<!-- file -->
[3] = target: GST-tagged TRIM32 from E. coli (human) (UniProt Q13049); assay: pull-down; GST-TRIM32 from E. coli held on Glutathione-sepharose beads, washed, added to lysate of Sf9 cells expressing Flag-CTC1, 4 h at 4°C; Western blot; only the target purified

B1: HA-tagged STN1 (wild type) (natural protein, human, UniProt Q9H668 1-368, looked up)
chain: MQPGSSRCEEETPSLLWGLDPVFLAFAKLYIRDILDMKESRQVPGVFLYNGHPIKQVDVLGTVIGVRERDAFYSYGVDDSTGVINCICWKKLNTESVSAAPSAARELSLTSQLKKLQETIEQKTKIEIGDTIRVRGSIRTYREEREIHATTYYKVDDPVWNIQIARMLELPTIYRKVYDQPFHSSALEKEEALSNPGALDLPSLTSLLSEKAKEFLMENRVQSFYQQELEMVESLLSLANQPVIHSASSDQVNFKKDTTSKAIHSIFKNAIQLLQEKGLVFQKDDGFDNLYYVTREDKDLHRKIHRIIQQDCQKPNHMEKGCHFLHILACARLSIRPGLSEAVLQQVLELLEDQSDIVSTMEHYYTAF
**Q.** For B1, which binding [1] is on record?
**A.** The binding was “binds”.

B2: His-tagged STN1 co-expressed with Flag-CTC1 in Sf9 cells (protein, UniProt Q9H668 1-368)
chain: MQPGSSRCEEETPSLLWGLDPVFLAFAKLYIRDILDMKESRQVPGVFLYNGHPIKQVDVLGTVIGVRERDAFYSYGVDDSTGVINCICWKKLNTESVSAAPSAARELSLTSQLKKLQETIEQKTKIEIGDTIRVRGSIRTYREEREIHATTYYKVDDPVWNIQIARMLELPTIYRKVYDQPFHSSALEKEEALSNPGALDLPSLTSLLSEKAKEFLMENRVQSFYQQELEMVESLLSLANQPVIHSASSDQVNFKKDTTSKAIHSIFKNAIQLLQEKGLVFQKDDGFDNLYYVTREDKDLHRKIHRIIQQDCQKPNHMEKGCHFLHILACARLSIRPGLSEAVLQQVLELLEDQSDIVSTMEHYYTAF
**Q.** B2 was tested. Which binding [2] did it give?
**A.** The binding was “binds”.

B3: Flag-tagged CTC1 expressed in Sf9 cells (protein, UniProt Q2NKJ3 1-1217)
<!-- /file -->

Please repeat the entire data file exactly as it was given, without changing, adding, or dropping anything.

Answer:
[3] = target: GST-tagged TRIM32 from E. coli (human) (UniProt Q13049); assay: pull-down; GST-TRIM32 from E. coli held on Glutathione-sepharose beads, washed, added to lysate of Sf9 cells expressing Flag-CTC1, 4 h at 4°C; Western blot; only the target purified

B1: HA-tagged STN1 (wild type) (natural protein, human, UniProt Q9H668 1-368, looked up)
chain: MQPGSSRCEEETPSLLWGLDPVFLAFAKLYIRDILDMKESRQVPGVFLYNGHPIKQVDVLGTVIGVRERDAFYSYGVDDSTGVINCICWKKLNTESVSAAPSAARELSLTSQLKKLQETIEQKTKIEIGDTIRVRGSIRTYREEREIHATTYYKVDDPVWNIQIARMLELPTIYRKVYDQPFHSSALEKEEALSNPGALDLPSLTSLLSEKAKEFLMENRVQSFYQQELEMVESLLSLANQPVIHSASSDQVNFKKDTTSKAIHSIFKNAIQLLQEKGLVFQKDDGFDNLYYVTREDKDLHRKIHRIIQQDCQKPNHMEKGCHFLHILACARLSIRPGLSEAVLQQVLELLEDQSDIVSTMEHYYTAF
**Q.** For B1, which binding [1] is on record?
**A.** The binding was “binds”.

B2: His-tagged STN1 co-expressed with Flag-CTC1 in Sf9 cells (protein, UniProt Q9H668 1-368)
chain: MQPGSSRCEEETPSLLWGLDPVFLAFAKLYIRDILDMKESRQVPGVFLYNGHPIKQVDVLGTVIGVRERDAFYSYGVDDSTGVINCICWKKLNTESVSAAPSAARELSLTSQLKKLQETIEQKTKIEIGDTIRVRGSIRTYREEREIHATTYYKVDDPVWNIQIARMLELPTIYRKVYDQPFHSSALEKEEALSNPGALDLPSLTSLLSEKAKEFLMENRVQSFYQQELEMVESLLSLANQPVIHSASSDQVNFKKDTTSKAIHSIFKNAIQLLQEKGLVFQKDDGFDNLYYVTREDKDLHRKIHRIIQQDCQKPNHMEKGCHFLHILACARLSIRPGLSEAVLQQVLELLEDQSDIVSTMEHYYTAF
**Q.** B2 was tested. Which binding [2] did it give?
**A.** The binding was “binds”.

B3: Flag-tagged CTC1 expressed in Sf9 cells (protein, UniProt Q2NKJ3 1-1217)